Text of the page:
Veteran Stories:
Frank Cauley

Air Force

  • In 1944, serving with the Royal Air Force Coastal Command, Frank Cauley's crew sank a German U-boat. Their Short Sunderland flying boat was damaged in the melée, but the crew flew home to safety after patching up the damaged plane with Wrigley's Spearmint gum.

  • Frank Cauley enlisted in November 1940 and flew in overseas service from 1942-1945. He finished the war as a Flying Officer.

    Frank Cauley
  • Frank Cauley (left) and Leading Aircraftman Tom Fettes (Royal Australian Air Force Tasmania) during training at Malton Airport, September 1941. Original photo published in the Gloucester Star.

    Frank Cauley
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"We had, each of us had five sticks of spearmint gum, Wrigley’s Spearmint and as fast as we chewed it, he collected it, we plugged 36 holes."


And I was posted, as part of my training, down to a place called [Royal Air Force Station] St. Eval in Cornwall, down on the south coast [of England]. On [Armstrong Whitworth] Whitleys [medium bombers], we used to do practice runs into the English Channel and into the Bay of Biscay. On the fourth trip, we lost an engine and crashed in the sea. There was five of us in the aircraft and I was the only survivor. I spent three days in a dinghy, in the Bay of Biscay, off the coast of Spain. I was rescued by a British destroyer.

Then I went back to St. Eval and then picked up another crew. And, then I was posted to [No.] 106 Squadron at RAF [St. Eval]. I finished my tour. You have to do 30 trips over Germany – I was on [Avro] Lancasters [heavy bombers]. You get a month’s leave and you have to do another tour. That’s the deal when you join up. So I should have gone home, but I went to Warrington [RAF Burtonwood], to a re-pat [repatriation] depot, and the wing commander there said, “Golly, have I got a deal for you. You want to go on to a Canadian squadron?” I said, “Yes.” He said, “Well, I’ll give you a refresher course in navigation and then I’ll post you to [No.] 422 [General Reconnaissance] Squadron, over in Northern Ireland.” So I thought for 10 minutes and then agreed.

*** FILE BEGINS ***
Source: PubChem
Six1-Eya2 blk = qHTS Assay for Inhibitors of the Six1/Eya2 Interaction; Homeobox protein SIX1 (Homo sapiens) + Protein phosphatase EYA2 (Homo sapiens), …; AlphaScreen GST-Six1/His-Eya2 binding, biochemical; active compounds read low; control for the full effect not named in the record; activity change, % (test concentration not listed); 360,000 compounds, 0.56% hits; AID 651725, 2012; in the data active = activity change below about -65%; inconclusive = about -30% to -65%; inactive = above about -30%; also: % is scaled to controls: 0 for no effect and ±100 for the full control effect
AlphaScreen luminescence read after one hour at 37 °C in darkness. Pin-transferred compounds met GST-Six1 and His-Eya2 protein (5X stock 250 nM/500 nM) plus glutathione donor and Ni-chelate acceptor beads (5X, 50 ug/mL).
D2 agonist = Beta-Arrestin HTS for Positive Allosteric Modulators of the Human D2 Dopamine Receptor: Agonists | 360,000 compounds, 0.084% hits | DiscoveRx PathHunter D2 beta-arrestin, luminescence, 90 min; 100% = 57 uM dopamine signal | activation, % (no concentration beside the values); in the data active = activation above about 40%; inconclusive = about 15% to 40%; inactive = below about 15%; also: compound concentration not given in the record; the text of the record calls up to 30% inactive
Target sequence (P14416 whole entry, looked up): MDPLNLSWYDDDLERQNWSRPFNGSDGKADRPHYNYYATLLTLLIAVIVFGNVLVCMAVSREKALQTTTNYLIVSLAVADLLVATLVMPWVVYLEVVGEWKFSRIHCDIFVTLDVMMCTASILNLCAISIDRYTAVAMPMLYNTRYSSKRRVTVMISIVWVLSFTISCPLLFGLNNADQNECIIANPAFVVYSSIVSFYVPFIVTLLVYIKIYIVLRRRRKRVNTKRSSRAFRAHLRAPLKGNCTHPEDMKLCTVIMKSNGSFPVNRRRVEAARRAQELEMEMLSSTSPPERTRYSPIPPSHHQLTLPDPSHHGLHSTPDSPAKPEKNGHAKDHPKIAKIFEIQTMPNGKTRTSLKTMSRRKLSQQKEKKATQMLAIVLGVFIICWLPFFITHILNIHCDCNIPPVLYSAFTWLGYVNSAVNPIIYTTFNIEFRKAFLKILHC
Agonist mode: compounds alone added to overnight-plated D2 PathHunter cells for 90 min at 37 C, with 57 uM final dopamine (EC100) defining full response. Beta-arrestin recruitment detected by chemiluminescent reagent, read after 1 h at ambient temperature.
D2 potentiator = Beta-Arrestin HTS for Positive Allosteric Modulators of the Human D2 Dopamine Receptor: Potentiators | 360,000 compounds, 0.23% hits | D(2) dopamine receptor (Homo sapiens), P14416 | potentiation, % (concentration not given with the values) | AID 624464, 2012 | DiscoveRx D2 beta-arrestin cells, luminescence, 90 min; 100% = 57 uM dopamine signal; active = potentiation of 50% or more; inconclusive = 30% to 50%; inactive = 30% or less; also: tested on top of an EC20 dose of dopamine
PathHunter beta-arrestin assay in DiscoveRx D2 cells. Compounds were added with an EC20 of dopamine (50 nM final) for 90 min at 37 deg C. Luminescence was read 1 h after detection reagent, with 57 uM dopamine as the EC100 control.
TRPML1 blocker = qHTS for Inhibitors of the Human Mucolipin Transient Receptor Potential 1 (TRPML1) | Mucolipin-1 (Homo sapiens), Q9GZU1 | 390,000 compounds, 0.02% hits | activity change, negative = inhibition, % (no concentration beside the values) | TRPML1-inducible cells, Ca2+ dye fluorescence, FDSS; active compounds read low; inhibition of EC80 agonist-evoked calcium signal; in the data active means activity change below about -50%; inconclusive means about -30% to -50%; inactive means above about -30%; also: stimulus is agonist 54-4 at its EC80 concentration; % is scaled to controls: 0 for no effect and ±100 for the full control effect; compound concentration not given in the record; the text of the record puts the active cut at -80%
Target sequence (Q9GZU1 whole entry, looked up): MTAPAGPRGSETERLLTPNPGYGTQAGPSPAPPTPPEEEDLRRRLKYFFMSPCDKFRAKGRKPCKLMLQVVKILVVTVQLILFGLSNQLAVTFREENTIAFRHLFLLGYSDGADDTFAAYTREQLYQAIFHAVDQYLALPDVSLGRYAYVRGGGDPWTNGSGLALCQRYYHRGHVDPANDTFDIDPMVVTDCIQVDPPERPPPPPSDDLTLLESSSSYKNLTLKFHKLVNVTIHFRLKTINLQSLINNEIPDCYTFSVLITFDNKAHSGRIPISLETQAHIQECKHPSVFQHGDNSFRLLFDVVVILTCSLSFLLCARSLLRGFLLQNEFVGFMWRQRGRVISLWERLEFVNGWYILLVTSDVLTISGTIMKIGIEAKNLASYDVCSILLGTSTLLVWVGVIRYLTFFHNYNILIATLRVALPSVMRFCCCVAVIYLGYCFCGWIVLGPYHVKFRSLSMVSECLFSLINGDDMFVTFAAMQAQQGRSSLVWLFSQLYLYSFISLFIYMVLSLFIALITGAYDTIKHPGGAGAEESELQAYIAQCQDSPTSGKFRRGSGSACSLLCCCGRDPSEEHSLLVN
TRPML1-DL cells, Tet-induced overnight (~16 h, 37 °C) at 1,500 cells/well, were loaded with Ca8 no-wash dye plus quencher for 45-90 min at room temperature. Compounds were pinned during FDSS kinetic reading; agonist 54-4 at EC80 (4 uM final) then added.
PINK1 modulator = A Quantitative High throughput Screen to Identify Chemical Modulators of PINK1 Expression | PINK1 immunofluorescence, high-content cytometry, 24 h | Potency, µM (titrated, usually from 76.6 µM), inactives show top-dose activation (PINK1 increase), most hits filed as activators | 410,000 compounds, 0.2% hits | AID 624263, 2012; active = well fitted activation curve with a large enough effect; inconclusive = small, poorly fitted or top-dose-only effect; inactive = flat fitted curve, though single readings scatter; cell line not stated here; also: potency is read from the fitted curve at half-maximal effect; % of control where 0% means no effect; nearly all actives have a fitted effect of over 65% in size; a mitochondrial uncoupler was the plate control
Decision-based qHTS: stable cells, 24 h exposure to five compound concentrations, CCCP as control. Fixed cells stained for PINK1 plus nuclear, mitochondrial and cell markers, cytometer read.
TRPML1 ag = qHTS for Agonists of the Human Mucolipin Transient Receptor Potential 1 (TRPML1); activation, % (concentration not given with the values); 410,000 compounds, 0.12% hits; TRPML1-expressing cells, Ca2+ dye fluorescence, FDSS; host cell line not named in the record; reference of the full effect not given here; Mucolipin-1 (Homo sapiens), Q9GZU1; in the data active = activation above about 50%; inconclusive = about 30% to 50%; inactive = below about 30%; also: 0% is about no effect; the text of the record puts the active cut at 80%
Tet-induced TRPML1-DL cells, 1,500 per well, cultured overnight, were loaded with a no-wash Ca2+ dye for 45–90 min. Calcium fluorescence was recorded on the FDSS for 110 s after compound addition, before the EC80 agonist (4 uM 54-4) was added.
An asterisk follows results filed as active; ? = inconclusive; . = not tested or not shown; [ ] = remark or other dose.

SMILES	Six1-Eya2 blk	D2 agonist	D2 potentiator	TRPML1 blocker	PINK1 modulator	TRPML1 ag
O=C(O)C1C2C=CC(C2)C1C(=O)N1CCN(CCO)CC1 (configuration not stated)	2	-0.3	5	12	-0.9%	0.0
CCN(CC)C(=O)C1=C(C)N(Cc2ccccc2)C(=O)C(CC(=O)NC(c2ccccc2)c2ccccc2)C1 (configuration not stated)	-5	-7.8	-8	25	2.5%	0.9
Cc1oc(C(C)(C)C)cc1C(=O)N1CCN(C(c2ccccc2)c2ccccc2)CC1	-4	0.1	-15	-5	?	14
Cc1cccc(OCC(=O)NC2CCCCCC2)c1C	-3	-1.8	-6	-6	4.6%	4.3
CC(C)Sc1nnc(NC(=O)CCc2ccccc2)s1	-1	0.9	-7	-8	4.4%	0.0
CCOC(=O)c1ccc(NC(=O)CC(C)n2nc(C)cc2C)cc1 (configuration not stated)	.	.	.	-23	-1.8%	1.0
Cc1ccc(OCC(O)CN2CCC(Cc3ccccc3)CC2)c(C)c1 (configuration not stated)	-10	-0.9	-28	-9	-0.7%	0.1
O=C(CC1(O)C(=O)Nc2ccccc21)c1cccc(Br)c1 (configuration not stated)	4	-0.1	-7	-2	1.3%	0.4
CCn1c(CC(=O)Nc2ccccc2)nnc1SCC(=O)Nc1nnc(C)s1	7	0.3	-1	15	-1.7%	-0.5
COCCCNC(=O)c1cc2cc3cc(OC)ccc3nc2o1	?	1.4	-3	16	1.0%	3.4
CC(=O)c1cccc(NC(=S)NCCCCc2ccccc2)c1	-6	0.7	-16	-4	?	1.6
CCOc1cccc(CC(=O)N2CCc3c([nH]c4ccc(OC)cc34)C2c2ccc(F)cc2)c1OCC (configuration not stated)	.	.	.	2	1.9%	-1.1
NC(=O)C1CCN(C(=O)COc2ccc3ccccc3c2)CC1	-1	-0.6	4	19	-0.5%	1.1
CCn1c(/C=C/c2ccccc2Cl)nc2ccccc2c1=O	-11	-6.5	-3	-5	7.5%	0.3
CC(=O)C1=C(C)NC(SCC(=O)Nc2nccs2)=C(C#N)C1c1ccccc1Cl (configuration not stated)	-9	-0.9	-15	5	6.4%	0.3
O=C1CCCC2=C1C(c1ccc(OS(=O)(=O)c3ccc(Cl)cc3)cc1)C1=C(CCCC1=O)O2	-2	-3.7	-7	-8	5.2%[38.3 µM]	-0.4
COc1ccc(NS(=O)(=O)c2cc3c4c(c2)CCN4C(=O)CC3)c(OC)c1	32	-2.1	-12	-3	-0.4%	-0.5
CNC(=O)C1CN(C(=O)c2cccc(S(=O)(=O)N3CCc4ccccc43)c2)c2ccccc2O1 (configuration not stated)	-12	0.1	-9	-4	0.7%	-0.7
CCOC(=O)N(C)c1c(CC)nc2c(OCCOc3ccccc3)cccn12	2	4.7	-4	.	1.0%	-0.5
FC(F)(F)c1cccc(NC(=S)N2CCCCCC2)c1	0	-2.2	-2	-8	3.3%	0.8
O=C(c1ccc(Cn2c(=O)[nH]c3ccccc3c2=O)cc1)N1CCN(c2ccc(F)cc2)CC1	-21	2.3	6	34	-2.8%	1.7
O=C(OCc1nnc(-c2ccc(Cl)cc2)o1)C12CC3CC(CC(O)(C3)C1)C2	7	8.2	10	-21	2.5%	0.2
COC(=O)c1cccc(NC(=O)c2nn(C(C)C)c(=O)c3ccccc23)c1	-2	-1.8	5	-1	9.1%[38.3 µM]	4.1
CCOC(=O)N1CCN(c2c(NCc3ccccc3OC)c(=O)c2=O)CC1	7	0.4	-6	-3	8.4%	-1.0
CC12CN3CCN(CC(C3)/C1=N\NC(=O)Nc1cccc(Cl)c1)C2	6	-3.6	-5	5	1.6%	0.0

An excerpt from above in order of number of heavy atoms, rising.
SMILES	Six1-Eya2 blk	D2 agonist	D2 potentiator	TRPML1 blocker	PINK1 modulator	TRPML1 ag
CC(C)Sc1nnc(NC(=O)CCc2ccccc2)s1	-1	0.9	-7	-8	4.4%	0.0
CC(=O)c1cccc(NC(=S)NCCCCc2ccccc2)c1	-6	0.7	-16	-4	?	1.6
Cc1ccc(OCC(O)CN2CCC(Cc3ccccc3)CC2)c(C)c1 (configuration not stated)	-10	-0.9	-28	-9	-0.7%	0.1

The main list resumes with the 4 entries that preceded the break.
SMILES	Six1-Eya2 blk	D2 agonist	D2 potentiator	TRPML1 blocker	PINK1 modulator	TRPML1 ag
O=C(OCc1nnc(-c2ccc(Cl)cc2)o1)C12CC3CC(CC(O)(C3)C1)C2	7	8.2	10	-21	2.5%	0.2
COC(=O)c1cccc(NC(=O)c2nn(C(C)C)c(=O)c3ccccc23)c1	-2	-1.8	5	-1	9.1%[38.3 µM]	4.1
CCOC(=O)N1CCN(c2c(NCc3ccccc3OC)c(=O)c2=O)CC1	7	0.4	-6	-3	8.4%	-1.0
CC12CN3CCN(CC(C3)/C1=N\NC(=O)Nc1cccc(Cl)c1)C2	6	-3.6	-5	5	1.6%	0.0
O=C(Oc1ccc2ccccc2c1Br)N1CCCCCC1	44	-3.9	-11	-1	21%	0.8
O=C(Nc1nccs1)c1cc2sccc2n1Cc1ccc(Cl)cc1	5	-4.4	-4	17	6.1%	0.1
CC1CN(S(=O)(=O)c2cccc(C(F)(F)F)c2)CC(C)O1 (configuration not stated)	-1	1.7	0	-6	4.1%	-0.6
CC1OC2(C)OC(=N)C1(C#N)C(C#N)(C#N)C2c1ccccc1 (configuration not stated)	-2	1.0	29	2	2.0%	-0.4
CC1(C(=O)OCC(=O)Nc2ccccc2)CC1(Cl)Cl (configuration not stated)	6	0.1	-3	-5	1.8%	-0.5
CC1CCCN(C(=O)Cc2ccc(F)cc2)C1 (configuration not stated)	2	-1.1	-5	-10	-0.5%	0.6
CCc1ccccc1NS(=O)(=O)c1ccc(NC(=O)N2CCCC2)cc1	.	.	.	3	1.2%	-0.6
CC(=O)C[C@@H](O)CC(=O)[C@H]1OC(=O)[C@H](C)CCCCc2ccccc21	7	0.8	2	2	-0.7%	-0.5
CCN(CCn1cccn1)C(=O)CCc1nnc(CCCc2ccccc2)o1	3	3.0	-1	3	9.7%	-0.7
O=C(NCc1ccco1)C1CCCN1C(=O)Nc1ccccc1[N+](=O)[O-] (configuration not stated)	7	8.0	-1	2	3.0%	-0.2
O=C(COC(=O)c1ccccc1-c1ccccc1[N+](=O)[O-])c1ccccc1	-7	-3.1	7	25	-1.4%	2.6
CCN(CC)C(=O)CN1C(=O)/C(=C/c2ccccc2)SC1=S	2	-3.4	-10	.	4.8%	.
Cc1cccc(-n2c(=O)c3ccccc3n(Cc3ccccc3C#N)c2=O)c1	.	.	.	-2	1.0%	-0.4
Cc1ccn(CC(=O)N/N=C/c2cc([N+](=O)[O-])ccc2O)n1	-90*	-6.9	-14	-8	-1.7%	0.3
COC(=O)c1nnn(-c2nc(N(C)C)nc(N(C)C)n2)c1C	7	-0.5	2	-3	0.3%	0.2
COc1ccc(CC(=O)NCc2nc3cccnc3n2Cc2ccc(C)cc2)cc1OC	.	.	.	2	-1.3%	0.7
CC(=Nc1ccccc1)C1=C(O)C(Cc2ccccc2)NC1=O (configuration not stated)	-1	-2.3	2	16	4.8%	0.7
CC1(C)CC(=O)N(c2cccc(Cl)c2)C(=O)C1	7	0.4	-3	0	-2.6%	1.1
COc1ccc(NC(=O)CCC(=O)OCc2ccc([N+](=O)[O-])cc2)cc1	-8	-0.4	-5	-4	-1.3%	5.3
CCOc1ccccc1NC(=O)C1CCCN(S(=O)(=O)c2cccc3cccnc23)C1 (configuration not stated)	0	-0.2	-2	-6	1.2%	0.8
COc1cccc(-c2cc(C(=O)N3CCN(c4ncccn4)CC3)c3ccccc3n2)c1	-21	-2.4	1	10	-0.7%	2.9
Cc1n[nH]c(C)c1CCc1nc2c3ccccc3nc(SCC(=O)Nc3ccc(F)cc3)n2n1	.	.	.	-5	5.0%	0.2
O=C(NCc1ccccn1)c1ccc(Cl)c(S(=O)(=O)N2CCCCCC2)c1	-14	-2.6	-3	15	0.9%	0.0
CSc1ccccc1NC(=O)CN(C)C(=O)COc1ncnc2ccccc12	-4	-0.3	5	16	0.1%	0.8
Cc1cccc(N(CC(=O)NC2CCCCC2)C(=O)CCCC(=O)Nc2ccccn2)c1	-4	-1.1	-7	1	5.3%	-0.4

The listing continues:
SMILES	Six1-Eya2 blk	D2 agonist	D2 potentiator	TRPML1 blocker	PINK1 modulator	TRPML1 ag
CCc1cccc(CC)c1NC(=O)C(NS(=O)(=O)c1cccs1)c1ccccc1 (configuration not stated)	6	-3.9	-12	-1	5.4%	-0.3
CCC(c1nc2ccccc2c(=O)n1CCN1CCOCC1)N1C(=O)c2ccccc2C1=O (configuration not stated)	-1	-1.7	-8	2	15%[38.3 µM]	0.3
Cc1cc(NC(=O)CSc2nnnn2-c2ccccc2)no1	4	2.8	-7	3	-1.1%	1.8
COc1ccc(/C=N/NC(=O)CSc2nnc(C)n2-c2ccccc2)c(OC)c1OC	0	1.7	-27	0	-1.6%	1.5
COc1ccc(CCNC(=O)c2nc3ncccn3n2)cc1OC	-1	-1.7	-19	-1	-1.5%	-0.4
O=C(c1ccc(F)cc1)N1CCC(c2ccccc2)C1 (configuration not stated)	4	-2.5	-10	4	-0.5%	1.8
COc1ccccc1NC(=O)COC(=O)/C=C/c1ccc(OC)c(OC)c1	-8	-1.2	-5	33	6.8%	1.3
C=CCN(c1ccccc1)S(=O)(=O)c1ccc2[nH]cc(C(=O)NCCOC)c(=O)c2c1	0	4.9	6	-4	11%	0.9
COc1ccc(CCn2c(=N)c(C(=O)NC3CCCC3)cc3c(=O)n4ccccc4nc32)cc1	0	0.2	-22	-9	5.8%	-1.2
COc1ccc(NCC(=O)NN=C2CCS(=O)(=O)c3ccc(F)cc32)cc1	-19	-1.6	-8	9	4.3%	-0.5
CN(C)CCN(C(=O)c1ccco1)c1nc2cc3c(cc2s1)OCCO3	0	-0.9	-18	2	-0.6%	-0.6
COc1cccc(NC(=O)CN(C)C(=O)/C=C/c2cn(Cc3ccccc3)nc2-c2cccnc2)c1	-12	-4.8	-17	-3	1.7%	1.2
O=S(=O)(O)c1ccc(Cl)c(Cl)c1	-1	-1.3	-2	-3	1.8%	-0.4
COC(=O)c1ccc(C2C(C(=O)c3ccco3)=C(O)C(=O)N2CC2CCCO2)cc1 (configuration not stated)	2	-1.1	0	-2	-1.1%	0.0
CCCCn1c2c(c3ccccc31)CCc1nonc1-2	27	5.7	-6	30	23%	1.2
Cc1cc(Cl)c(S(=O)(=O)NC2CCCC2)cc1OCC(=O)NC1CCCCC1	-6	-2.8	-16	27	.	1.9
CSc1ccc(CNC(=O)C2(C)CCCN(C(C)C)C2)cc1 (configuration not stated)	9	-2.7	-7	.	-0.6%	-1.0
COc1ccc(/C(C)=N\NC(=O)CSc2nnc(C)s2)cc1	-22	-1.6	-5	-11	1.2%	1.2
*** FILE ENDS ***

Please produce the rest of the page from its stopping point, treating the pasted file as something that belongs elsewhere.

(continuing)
Our first trip out of [RAF] Castle Archdale [Coastal Command] – the Brits had broken the German code, the Enigma code, and they knew there was a German U-boat out about 400 miles in a certain section of the Atlantic. And, that was our goal. So we went out, after – we took off at 11 o’clock in the morning. After about four hours, we cut to the search place, and on the second leg, we spotted the German U-boat. It was U-boat 625. We went in and attacked it, four depth charges, and we sank it. And we have the pictures – we had a camera in the tail. While we were attacking it, there was a German gunner on the conning tower, who shot at us as we came in, and we couldn’t take evasive action. And we got a big hole in the, below the water line, in the – these are seaplanes that we were flying, [Short] Sunderlands [flying boat patrol bombers]. So, we had the big hole, and we had about 36 holes all around it from, rivets and holes, from the .5 gun.

We patched a big hole, we had emergency leak stoppers – they were metal things, like Meccano sets. But what to do about the small holes, you know, we didn’t know what. It wasn’t my idea, but the [flight] engineer, Ted Aikens from London, England, he said, “Let’s plug it with chewing gum.” We had, each of us had five sticks of spearmint gum, Wrigley’s Spearmint and as fast as we chewed it, he collected it, we plugged 36 holes. We went up to 3,000 feet. The gum froze and meanwhile, we broke WT [radio] silence and told them back in Northern Ireland at Castle Archdale, what we were doing. And, when we got back there, he landed, and there was crash boats, and everything. But, everything held. We landed and it hit the papers and it hit the Ottawa papers, and the London papers, and my pilot got the DFC [Distinguished Flying Cross] and I was Mentioned In Dispatches.* I was promoted to Flying Officer right away.

The war ended. I was in London for VE [Victory in Europe] Day.  Then I came home on the [SS] Île de France and into New York and back home. I was 23, I was a flying officer at $7.50 a day, with seven medals and back with my family.

*For brave or meritorious service.

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